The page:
It was immediately clear to hiker Kathy Sykes that the venomous cottonmouth in her way was not like most seen in the Carolinas.
She was at historic Brunswick Town in eastern North Carolina when two frightened women rushed by, warning her a rattlesnake was ahead on the trail.
Being an amateur photographer, Sykes rushed to see it with her cellphone camera at the ready.
But it turned out the rattlesnake was actually a partially coiled and very angry eastern cottonmouth, and Sykes noticed immediately there was something unusual about its appearance.
“He was shaking his tail like a rattlesnake, as well as gaping (jaws open),” said Sykes, a registered nurse. “But I also noticed he was very bright, absolutely gorgeous and his eyes were lighter. Cottonmouths are dark and muddy looking.”
What Sykes quickly realized was that she had found the 3-foot snake just after it had shed, and its colors were explosively bright.
Her photos of the moment, three of which were posted on Facebook, have been praised for capturing a rare moment of beauty for a pit viper that is better known for being dark and rusty. The cottonmouth, a mostly aquatic snake, is seen with its cottony mouth open to strike, but its fangs tucked.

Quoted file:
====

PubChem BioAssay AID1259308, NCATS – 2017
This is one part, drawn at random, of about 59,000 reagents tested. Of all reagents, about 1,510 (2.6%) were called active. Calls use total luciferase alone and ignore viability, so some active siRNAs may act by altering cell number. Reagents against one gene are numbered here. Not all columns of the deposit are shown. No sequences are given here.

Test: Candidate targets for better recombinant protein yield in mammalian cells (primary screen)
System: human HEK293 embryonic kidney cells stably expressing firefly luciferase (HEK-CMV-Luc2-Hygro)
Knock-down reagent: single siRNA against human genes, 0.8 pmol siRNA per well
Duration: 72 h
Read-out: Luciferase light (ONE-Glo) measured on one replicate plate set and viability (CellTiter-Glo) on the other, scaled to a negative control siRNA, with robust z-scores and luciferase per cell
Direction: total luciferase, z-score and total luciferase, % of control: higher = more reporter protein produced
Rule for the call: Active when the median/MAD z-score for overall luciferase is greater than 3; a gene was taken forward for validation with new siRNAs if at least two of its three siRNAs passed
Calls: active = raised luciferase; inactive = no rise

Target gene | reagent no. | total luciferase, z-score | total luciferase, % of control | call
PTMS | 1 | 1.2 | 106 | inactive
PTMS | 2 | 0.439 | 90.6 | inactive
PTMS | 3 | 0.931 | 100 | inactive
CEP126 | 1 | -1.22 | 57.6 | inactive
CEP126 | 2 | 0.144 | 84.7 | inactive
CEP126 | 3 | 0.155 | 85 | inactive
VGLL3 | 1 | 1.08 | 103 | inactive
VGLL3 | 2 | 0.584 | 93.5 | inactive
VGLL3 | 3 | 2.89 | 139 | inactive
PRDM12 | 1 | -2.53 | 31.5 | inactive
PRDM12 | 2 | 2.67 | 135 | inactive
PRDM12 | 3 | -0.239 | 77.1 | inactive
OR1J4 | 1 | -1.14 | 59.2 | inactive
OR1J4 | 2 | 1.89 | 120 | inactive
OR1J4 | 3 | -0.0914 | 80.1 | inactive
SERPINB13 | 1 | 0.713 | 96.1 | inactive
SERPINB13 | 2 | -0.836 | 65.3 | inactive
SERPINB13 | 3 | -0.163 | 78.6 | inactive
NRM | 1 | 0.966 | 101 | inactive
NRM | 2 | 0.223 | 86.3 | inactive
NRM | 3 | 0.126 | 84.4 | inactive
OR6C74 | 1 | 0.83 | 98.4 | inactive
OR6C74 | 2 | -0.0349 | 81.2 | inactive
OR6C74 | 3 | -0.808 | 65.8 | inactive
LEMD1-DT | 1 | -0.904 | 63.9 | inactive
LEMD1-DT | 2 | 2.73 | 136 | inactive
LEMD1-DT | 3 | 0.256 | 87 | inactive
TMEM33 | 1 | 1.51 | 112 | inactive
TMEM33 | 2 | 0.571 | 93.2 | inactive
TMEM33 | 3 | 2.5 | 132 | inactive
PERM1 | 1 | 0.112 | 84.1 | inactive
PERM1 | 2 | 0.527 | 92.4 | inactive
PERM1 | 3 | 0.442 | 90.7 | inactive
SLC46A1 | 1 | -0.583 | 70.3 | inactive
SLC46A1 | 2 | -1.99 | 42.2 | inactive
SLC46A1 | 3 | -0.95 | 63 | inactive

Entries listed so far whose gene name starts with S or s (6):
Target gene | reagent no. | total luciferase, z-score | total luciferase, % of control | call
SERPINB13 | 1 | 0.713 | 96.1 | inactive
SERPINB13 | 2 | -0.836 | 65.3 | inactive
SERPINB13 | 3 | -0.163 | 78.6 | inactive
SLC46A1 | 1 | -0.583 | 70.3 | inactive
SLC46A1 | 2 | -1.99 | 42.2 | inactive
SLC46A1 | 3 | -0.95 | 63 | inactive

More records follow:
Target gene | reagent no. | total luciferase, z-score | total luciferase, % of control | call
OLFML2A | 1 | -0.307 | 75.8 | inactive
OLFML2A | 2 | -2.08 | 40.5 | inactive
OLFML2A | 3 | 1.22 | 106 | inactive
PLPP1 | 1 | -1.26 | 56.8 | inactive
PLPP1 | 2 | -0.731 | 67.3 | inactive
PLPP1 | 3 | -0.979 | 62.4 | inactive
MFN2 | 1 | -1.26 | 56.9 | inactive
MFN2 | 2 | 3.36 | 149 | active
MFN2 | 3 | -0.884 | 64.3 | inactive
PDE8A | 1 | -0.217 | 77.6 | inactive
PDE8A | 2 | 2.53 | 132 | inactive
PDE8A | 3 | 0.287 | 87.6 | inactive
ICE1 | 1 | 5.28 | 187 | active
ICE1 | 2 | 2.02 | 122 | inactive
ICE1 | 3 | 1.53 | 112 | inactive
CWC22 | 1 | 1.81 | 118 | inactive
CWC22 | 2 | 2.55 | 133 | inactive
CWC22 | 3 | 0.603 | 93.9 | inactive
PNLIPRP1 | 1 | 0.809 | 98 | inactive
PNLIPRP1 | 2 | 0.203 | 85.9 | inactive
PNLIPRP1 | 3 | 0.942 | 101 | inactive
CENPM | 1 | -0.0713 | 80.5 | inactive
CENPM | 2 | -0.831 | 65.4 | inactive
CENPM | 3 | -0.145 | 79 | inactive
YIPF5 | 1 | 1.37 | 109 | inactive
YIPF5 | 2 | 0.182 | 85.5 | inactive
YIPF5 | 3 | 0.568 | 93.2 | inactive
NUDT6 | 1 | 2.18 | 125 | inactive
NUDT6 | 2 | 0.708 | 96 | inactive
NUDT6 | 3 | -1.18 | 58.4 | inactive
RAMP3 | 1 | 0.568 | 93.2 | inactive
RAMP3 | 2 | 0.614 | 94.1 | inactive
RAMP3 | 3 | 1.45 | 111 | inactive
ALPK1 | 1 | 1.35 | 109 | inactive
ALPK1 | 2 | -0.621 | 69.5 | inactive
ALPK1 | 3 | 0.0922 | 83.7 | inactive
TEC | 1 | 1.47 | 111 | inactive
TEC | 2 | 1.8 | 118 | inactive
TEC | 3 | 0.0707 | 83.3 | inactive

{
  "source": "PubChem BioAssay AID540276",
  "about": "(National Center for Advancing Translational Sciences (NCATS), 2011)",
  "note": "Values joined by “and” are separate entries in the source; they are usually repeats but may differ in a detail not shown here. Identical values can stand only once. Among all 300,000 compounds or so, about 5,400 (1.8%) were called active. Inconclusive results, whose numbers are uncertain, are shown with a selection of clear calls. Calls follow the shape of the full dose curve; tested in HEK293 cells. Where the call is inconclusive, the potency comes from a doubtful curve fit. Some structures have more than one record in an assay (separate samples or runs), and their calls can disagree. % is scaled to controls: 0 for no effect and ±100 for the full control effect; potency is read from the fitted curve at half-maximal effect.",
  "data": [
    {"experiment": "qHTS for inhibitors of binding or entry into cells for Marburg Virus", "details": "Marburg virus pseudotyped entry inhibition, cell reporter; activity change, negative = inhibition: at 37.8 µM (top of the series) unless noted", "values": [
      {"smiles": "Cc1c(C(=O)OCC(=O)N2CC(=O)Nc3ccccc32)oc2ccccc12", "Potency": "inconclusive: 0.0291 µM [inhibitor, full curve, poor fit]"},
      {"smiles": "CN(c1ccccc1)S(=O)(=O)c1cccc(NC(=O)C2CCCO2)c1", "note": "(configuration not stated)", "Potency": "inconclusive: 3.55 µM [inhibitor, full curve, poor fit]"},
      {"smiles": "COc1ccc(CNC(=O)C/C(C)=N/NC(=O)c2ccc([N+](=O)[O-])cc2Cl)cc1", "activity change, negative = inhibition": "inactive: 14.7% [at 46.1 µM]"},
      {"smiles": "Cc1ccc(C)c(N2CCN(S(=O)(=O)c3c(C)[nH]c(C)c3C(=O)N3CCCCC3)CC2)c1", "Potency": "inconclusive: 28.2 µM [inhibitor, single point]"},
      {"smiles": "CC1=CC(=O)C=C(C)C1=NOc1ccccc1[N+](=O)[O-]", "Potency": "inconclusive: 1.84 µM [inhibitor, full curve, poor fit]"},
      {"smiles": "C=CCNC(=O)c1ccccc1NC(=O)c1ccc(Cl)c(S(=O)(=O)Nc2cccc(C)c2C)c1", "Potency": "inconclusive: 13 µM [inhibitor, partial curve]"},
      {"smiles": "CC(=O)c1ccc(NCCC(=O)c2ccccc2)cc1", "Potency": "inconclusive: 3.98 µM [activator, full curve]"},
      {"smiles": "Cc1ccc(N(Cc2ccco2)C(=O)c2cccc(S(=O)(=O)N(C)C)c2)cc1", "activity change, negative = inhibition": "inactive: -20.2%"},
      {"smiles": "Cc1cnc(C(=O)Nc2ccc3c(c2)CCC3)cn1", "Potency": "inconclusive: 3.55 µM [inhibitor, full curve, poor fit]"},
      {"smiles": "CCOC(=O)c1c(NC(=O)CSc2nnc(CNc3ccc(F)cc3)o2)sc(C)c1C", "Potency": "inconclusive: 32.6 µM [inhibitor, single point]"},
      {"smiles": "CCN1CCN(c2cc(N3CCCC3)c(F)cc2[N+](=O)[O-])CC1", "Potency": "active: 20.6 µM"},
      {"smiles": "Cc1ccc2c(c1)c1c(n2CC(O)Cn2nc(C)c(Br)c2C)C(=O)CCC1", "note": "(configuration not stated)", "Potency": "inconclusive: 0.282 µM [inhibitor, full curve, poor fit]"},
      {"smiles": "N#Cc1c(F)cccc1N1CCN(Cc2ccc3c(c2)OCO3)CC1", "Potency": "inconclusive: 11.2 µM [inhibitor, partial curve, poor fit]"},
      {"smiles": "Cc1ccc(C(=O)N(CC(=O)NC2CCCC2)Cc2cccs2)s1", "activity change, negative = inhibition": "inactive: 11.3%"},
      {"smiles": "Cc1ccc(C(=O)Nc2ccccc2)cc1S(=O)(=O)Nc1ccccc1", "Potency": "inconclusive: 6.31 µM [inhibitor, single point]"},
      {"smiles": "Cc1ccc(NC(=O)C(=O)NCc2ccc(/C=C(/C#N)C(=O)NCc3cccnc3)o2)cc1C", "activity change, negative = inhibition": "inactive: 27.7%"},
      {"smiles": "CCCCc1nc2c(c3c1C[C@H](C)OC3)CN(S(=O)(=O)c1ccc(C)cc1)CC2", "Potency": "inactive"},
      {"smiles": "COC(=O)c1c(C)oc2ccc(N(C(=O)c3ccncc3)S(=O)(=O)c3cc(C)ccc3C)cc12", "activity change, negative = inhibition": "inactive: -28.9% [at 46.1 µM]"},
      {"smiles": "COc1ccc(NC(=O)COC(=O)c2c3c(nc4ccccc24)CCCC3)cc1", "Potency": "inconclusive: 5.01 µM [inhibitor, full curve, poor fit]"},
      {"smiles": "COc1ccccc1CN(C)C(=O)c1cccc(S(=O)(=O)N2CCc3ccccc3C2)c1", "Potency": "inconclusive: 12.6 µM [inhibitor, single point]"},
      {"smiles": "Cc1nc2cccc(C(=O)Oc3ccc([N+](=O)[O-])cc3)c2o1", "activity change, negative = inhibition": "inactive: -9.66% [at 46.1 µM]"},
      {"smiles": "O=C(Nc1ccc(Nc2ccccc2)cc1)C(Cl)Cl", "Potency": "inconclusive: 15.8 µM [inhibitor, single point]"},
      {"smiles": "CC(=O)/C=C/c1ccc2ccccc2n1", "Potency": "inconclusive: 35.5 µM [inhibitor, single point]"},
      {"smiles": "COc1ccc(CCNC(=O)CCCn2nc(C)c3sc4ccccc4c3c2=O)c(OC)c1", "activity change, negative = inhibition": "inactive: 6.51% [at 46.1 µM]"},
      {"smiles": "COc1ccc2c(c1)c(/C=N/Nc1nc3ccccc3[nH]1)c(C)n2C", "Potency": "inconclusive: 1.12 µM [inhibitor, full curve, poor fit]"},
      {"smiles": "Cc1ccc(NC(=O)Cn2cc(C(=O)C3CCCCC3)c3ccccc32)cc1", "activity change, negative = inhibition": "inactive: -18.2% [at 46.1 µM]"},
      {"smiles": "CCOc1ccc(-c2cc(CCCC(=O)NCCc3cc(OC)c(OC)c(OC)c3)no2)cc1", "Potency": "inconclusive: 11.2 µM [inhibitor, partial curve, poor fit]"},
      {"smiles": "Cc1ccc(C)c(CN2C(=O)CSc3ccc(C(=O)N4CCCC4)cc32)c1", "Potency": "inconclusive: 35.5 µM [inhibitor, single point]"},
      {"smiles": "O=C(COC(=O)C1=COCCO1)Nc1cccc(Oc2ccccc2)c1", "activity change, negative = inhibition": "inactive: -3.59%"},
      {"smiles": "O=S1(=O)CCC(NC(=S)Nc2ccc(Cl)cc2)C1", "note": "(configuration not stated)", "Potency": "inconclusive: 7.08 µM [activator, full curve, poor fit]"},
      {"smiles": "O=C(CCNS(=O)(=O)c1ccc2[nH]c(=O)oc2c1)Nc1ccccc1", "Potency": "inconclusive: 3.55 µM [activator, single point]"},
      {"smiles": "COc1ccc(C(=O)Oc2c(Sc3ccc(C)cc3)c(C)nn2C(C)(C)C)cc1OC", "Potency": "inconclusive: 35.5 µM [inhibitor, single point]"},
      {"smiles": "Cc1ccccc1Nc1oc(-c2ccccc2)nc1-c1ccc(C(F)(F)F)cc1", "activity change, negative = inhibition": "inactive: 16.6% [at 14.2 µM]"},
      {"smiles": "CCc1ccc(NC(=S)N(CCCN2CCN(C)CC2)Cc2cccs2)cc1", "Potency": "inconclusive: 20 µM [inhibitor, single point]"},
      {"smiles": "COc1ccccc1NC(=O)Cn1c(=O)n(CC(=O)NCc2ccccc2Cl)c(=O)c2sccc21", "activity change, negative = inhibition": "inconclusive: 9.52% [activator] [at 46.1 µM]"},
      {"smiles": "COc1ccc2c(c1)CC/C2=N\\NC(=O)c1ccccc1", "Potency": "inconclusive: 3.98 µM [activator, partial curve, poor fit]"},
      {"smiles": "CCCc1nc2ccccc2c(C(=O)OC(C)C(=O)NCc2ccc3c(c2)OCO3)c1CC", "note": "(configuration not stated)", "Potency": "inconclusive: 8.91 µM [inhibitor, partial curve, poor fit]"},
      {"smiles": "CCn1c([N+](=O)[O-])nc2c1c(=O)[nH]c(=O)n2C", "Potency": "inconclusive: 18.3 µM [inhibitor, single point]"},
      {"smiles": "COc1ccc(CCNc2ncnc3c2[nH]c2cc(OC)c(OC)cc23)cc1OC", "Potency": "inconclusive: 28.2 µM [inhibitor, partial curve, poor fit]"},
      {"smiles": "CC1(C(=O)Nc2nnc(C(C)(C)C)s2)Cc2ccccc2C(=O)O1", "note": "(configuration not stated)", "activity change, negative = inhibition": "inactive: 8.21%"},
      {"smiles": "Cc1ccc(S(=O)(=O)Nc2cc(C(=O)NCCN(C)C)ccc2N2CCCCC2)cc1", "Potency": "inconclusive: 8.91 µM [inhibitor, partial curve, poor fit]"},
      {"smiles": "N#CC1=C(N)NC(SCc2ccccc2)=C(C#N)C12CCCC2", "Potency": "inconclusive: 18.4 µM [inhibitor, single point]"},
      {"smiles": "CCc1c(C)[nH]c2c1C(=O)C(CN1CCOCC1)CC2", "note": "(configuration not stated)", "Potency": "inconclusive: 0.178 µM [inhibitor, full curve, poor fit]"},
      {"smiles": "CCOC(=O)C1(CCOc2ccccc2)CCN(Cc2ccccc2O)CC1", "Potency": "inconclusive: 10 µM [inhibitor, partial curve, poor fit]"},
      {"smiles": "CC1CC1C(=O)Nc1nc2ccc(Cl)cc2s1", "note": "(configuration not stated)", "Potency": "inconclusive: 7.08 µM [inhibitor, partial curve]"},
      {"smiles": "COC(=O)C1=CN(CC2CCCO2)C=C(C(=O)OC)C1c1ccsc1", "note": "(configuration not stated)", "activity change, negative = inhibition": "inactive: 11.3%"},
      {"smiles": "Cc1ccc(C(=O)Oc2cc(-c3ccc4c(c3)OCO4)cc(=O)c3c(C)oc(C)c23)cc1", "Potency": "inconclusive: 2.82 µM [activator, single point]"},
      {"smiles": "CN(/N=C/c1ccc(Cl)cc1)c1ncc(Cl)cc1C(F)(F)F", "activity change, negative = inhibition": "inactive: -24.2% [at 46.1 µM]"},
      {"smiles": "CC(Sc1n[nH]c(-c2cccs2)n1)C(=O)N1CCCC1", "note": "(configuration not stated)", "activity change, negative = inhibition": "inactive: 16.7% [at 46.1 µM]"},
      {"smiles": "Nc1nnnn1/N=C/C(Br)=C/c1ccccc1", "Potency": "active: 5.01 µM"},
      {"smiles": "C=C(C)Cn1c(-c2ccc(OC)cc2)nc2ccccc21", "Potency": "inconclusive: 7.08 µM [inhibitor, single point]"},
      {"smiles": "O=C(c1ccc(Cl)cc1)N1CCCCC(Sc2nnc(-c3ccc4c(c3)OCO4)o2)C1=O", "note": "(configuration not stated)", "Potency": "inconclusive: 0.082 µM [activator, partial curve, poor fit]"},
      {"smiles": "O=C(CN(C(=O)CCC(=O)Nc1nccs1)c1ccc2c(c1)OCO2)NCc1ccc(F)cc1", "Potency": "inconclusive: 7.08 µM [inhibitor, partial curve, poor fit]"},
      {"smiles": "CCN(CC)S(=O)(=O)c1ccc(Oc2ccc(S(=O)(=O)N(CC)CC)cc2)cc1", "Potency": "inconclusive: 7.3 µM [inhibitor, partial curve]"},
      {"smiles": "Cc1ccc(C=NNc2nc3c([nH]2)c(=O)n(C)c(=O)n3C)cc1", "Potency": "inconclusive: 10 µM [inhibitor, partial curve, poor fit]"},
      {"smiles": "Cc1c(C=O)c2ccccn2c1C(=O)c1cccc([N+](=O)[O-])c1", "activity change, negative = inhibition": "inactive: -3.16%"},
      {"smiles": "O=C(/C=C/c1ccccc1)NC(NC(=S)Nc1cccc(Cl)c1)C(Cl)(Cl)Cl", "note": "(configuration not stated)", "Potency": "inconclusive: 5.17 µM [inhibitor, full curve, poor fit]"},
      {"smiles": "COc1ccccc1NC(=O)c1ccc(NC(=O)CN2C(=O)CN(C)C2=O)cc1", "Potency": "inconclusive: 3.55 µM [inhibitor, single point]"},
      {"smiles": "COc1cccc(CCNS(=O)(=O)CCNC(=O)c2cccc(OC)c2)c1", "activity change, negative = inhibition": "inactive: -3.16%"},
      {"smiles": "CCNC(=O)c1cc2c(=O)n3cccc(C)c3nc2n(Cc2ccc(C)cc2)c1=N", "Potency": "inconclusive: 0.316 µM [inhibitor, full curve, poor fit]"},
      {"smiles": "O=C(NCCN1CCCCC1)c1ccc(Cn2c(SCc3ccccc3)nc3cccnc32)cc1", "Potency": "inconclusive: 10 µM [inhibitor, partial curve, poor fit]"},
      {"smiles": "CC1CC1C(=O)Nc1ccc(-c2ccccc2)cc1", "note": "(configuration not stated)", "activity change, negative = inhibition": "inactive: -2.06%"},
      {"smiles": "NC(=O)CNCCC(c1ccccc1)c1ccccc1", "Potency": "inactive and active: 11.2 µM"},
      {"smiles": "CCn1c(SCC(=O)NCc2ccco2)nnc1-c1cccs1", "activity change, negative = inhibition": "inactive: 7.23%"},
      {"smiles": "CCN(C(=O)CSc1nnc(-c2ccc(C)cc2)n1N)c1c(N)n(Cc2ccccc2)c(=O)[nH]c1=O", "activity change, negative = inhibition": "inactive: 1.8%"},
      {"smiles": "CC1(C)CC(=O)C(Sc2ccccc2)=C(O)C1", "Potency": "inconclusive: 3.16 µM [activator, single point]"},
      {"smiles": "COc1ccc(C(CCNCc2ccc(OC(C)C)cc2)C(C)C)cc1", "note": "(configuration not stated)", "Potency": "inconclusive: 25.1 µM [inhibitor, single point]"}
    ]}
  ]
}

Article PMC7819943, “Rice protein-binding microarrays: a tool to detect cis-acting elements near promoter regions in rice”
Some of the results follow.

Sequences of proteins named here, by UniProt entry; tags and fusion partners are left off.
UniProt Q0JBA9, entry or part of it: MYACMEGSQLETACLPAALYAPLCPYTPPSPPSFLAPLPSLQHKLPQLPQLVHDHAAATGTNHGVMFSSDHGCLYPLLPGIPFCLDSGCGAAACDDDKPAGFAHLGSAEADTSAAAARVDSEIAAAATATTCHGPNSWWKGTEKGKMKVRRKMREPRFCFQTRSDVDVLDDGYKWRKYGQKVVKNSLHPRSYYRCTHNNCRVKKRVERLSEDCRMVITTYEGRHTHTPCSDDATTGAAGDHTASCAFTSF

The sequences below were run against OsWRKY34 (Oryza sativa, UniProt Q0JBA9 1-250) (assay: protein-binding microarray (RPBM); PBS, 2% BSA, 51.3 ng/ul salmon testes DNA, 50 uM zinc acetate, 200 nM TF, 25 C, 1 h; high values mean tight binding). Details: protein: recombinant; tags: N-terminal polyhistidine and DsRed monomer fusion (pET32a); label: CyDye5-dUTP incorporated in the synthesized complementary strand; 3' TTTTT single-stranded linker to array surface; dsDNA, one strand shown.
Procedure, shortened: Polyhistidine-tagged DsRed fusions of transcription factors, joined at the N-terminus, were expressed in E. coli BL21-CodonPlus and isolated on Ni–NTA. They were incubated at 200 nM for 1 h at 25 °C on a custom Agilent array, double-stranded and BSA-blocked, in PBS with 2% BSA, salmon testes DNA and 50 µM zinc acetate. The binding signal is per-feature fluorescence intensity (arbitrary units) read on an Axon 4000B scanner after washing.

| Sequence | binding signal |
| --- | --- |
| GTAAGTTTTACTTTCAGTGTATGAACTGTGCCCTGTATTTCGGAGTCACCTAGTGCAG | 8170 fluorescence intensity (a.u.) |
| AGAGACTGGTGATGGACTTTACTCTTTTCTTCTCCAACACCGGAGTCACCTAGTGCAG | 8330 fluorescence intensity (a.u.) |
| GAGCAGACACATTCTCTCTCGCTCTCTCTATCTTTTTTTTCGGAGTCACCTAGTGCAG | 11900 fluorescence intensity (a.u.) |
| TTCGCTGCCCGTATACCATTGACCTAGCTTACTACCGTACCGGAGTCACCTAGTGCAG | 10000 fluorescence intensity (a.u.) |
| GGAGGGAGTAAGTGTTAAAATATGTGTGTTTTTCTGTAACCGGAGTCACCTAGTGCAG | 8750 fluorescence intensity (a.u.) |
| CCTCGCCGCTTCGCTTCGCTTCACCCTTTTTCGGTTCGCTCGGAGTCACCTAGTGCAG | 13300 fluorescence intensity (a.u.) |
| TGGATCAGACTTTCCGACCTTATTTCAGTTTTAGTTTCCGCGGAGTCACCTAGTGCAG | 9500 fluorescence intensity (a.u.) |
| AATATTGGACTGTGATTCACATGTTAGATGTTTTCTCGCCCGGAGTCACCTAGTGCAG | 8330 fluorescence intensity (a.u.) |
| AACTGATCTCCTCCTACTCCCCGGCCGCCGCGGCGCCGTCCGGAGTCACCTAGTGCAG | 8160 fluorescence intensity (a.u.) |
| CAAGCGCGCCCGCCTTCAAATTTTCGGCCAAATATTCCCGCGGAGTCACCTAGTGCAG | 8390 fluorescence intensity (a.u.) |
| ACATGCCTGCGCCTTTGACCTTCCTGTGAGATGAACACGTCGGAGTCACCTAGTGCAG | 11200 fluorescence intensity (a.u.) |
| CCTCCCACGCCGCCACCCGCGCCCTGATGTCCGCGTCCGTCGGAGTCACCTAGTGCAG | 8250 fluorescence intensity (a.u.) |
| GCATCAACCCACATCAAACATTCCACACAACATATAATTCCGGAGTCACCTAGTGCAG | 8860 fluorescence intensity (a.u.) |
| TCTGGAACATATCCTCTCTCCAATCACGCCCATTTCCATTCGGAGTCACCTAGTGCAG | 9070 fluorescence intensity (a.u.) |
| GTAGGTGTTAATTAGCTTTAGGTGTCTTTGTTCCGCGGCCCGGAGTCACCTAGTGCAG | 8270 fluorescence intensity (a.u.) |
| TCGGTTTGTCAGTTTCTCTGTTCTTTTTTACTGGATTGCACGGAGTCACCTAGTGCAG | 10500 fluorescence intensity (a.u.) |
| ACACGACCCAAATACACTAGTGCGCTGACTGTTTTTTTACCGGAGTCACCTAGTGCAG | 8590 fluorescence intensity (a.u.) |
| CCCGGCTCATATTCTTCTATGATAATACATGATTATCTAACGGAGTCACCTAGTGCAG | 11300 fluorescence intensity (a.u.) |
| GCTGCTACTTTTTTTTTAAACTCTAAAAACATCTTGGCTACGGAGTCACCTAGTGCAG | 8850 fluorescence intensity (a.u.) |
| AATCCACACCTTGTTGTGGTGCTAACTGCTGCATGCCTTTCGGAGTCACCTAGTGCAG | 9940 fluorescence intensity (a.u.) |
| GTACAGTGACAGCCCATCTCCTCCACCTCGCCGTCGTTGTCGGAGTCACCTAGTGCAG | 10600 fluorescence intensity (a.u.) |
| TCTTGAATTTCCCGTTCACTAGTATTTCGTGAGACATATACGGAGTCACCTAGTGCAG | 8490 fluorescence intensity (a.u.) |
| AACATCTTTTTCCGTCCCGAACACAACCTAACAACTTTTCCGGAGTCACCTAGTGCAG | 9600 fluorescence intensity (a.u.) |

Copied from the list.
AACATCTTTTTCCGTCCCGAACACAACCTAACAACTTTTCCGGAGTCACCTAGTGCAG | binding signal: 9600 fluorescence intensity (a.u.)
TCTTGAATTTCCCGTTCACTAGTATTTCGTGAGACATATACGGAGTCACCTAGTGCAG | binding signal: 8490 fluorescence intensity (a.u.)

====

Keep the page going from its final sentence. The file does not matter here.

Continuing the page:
“It had shed its skin so recently that its eyes were still sensitive to sunlight,” said Sykes, who lives in Boiling Springs, N.C. “It stayed in gape position for quite a few minutes. ... I stayed out of the strike zone.”
Cottonmouths, also known as water moccasins, shed their outer skin as many as four times a year, the South Carolina Department of Natural Resources says.
“The outer layer of a snake’s skin does not grow. So, as the snake grows, it periodically sheds this outer layer,” according to the department’s website. “The frequency of shedding relates to the rate of growth.”
Eastern cottonmouths grow an average of 3 to 4 feet in length in North Carolina, “but are known to reach 6 feet,” according to the N.C. Wildlife Resources Commission.